By Maria Patterson
RISMEDIA, December 30, 2009—The tough real estate market that we have experienced during the past year has caused real estate professionals across the country to look for ways to become the new powerhouse in their market. Here, Michael Pierson, President and Chairman, Prudential Rubloff in Chicago, Illinois discusses how the creation of Prudential Rubloff has enabled Pierson and his team to come together and stay ahead in today’s market.
Years in real estate: 24
Number of offices: 17
Number of sales associates: 900
Current conditions: The city of Chicago is off 20% in total closed sales volume. That being said, in the last 120 days (at press time), we’ve seen increases in closed business over this same time last year. We are narrowing the gap and currently running in single digits behind this same time last year. So we are outperforming the market.
How to help agents survive: Our managers are trained extensively in agent business planning and agent coaching. They are very engaged in helping agents grow their business. If the market is down 20%, the truth is, you have to get somebody else’s business, so we help them return to the prospecting activities they might not have done for a long time.
What led to the decision to recently merge Prudential Preferred Properties and Rubloff Residential Properties to become Prudential Rubloff…especially in the midst of a real estate downturn?
A few things. One, if you have a passion about what you do and you have the confidence that even during the toughest of markets people are going to exchange real estate, you have to have a strategy for how to get more than your share of that exchange. Rubloff has been an incredibly highly respected and regarded company in Chicagoland for 80 years. There were a lot of cultural synergies—both firms had the highest agent productivity in the marketplace and a respected leadership. Both companies were strong players in Chicago. The merger allowed Rubloff to expand all the way up to the North Shore, which is a wonderful, high-end part of the market, and took Prudential into the second-home market, allowing us to expand in that direction.
What advantages are gained by combining such a strong local brand with a strong national brand like Prudential?
The merger brings a national affiliation to a great company. But nothing has changed about that company being locally owned and operated. We believe real estate is unique to each local marketplace and this merger allows us to be highly responsive in those local markets. But any company is only as good as the quality of its leadership, management and sales agents. This merger positions us to have a significant presence—it gives us about 850 agents, about 550 of those are in the city of Chicago where we are a major player, and 300 agents on the North Shore of Chicago.
What are the technological advantages that will result from the merger?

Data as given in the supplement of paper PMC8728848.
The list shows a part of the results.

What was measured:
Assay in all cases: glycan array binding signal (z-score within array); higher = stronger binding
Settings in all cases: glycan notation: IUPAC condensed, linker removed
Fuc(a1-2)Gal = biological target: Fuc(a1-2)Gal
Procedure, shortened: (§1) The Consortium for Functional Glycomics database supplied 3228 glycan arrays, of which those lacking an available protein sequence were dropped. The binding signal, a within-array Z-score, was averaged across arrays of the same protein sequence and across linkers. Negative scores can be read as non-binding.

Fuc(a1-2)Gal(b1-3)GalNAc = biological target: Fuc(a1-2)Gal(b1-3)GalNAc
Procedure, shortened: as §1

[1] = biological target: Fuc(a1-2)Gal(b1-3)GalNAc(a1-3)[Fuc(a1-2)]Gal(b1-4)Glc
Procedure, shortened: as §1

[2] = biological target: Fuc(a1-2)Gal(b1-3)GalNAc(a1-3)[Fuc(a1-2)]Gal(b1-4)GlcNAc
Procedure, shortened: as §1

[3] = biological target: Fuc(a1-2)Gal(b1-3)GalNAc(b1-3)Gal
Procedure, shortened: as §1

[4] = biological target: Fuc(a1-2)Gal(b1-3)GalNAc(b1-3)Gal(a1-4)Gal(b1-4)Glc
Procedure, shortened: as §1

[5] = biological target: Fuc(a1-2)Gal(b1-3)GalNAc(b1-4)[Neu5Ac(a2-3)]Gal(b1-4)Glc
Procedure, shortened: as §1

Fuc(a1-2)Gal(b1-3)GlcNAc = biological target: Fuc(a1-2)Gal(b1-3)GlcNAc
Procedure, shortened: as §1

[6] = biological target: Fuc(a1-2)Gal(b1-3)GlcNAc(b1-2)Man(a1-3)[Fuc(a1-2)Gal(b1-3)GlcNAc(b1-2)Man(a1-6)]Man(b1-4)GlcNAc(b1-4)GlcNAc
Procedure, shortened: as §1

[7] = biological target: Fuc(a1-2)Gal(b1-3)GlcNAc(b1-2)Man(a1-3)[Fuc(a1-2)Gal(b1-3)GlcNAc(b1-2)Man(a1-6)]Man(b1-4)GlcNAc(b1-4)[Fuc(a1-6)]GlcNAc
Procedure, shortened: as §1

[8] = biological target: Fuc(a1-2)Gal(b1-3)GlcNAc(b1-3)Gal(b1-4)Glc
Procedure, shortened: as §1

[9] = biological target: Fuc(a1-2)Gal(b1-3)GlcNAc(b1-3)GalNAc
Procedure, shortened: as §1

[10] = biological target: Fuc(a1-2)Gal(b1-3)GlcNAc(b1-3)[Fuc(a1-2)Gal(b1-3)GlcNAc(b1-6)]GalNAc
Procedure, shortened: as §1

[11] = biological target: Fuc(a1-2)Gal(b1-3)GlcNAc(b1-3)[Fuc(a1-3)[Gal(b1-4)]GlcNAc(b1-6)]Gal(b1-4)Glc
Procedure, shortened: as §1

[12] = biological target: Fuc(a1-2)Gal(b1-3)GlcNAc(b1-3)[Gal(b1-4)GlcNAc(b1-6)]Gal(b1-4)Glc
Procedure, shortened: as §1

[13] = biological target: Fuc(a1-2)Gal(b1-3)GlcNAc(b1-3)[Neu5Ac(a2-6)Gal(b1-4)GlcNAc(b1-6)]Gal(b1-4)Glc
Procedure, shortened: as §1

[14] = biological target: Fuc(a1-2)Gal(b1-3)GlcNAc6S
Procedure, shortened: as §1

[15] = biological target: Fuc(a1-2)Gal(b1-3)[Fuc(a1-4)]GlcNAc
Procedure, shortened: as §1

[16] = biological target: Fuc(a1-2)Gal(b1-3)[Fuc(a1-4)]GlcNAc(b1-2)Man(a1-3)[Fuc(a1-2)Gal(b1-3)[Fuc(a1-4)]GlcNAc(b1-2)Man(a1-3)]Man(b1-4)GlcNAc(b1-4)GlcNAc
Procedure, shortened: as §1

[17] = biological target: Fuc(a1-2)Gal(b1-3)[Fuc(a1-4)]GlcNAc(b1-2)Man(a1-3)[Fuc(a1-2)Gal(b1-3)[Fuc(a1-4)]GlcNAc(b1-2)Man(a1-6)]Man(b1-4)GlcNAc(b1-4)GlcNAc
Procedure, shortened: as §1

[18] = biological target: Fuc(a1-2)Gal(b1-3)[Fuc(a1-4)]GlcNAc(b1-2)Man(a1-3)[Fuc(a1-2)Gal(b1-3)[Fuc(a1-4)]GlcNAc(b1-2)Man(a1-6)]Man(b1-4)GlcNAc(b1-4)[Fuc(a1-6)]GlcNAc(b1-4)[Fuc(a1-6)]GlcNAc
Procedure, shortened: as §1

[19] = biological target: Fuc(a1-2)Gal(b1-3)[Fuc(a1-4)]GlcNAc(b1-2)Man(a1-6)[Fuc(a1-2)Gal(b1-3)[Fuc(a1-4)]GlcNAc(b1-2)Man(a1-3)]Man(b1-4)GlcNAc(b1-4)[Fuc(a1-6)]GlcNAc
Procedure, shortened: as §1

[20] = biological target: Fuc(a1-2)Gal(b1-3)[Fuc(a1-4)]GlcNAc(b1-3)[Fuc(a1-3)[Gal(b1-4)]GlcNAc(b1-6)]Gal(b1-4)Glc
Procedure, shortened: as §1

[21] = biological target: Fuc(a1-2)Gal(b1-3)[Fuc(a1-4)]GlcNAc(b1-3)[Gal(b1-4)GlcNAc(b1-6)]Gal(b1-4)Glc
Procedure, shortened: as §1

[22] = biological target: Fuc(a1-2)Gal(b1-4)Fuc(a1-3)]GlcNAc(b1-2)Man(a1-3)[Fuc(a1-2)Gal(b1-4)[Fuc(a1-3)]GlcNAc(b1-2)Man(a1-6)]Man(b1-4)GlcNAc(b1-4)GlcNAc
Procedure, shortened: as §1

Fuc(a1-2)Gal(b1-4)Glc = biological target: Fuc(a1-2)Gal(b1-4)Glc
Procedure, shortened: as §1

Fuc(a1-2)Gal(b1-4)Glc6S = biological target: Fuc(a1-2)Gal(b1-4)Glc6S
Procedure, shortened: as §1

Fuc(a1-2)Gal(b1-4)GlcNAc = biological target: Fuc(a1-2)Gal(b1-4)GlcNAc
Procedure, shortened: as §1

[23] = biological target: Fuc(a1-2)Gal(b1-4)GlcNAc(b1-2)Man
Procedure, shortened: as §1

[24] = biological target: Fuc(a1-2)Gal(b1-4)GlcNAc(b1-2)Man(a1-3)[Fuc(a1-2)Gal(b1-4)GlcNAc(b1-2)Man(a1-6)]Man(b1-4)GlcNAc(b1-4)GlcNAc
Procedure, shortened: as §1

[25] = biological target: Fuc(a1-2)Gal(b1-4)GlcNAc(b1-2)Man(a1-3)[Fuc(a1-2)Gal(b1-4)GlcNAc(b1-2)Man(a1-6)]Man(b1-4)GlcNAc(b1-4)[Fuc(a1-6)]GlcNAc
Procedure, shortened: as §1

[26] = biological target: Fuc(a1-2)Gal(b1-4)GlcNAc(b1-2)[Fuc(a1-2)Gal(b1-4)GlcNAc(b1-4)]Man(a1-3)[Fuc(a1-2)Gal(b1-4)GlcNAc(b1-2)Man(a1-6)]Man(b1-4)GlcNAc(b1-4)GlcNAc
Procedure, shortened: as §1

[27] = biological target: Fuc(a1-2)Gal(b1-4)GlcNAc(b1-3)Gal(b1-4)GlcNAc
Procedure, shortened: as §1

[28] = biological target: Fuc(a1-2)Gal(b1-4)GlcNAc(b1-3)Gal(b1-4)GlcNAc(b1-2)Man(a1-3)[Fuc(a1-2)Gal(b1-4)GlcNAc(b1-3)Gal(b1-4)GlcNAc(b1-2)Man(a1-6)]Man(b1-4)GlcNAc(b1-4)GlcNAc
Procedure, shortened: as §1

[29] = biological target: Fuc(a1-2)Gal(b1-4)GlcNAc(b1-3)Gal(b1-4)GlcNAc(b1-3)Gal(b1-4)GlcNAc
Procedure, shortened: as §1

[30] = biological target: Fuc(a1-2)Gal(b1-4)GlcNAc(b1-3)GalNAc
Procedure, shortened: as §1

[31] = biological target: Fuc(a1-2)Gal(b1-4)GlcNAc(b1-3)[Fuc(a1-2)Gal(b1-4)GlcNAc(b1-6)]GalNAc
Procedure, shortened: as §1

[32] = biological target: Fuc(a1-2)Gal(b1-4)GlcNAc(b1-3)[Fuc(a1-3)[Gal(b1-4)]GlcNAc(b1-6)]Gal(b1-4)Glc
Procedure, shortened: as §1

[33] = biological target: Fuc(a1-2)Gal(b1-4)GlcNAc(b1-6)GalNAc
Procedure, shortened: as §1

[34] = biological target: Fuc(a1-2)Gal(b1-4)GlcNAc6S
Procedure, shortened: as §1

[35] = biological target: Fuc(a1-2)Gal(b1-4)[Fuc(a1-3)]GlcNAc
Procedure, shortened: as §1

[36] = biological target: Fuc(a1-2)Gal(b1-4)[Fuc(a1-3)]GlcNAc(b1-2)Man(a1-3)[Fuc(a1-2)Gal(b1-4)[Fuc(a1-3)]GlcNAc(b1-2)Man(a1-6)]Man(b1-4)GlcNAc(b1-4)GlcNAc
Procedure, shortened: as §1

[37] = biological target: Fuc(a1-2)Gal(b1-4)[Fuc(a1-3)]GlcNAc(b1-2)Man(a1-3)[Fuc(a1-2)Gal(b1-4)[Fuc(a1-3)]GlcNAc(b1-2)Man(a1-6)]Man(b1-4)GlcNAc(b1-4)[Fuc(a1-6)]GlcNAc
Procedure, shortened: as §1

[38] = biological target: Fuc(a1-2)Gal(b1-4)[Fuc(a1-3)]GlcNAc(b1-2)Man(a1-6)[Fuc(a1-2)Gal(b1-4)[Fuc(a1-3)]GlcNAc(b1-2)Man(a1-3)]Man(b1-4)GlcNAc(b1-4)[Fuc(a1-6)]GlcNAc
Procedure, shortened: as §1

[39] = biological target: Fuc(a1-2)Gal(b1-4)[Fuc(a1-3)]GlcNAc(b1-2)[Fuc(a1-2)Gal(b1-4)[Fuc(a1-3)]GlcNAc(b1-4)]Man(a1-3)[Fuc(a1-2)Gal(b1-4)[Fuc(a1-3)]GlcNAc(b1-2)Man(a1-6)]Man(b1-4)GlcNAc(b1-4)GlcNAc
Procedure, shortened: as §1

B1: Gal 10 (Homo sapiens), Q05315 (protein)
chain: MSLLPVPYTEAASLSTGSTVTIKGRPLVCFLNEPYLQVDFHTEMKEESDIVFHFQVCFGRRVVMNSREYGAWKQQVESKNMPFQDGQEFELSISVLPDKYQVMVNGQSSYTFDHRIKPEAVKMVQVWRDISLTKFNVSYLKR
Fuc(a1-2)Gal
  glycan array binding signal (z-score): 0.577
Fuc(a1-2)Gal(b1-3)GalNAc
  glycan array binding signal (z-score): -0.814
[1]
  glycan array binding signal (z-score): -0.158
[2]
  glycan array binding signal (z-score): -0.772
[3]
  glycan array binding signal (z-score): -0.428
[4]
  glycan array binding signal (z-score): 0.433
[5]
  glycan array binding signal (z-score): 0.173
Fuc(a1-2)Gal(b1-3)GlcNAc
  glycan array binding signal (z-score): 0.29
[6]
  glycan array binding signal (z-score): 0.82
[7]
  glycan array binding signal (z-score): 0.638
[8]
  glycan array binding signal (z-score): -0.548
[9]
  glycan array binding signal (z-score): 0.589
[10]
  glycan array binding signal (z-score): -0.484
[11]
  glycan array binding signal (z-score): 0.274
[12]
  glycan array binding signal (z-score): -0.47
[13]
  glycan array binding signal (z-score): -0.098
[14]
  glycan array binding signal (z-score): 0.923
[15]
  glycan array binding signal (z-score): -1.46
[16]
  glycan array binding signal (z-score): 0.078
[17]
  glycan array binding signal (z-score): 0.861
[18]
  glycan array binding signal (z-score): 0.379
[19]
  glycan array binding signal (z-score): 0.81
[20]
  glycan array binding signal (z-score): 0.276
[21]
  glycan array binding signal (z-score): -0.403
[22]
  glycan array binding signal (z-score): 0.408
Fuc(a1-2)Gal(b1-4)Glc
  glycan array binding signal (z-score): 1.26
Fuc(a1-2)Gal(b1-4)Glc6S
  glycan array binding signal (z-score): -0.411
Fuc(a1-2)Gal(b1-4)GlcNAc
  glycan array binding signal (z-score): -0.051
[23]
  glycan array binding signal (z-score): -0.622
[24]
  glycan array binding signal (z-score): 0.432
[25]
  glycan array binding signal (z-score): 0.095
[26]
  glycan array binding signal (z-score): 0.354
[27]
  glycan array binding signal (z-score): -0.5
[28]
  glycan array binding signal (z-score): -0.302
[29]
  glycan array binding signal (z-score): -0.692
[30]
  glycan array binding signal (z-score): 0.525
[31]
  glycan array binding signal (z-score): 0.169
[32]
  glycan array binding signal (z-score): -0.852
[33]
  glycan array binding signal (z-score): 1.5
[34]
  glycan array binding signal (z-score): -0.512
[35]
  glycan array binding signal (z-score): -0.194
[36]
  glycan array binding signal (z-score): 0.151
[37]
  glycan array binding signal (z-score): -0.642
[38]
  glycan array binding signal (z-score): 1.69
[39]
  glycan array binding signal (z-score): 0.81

Those agents from Rubloff will now have access to Online Advantage, a proprietary Prudential program that allows clients to take a quantitative approach to what’s going on with their property in the marketplace. All agents also now have access to Marketwatch, a real-time data report that provides weekly, real-time updates on statistics like absorption time and median price—they can now share this information with their sphere of buyers and sellers. These are 11-page reports with one-page summary reports that reside on the agent’s website. These summary reports are tied to drip marketing and lead management programs, enabling our online marketing reach to go much further.
How will the merger enable you to better position the firm in today’s competitive marketplace?
The merger allows us to be highly competitive and vie to become the top broker in the Chicago marketplace within 24 months. Both companies were highly competitive in the market—we now have highly productive agents in key locations.
How is the merging of cultures going so far?
It’s going very well. We’ve spent a lot of time on education on both sides of the merge. We’ve been spending a lot of time on training and productivity programs and rolling out technology tools. The most important thing is that we’re spending a lot of time getting to know people. We’ve always operated in a family-like culture and we plan to continue to do so.
How will the merger allow you to better serve home buyers and sellers?
Our online reach will be dramatically expanded between the two organizations. I don’t think there’s anyone in the market who has online marketing programs that can compete with ours. The exposure we can provide to properties represents a huge advantage for sellers. In regards to buyers, 25-50% of our market is first-time buyers. We have a huge chance of capturing that audience through our online programs. In my opinion, we are better positioned strategically to attract buyers and market properties.
Where do you see the market headed in 2010?
I think a lot of the refinance business will no longer be there in 2010. I think we will start to see more purchase business in 2010. We have some pent-up demand and I think people are going to get on with their lives.
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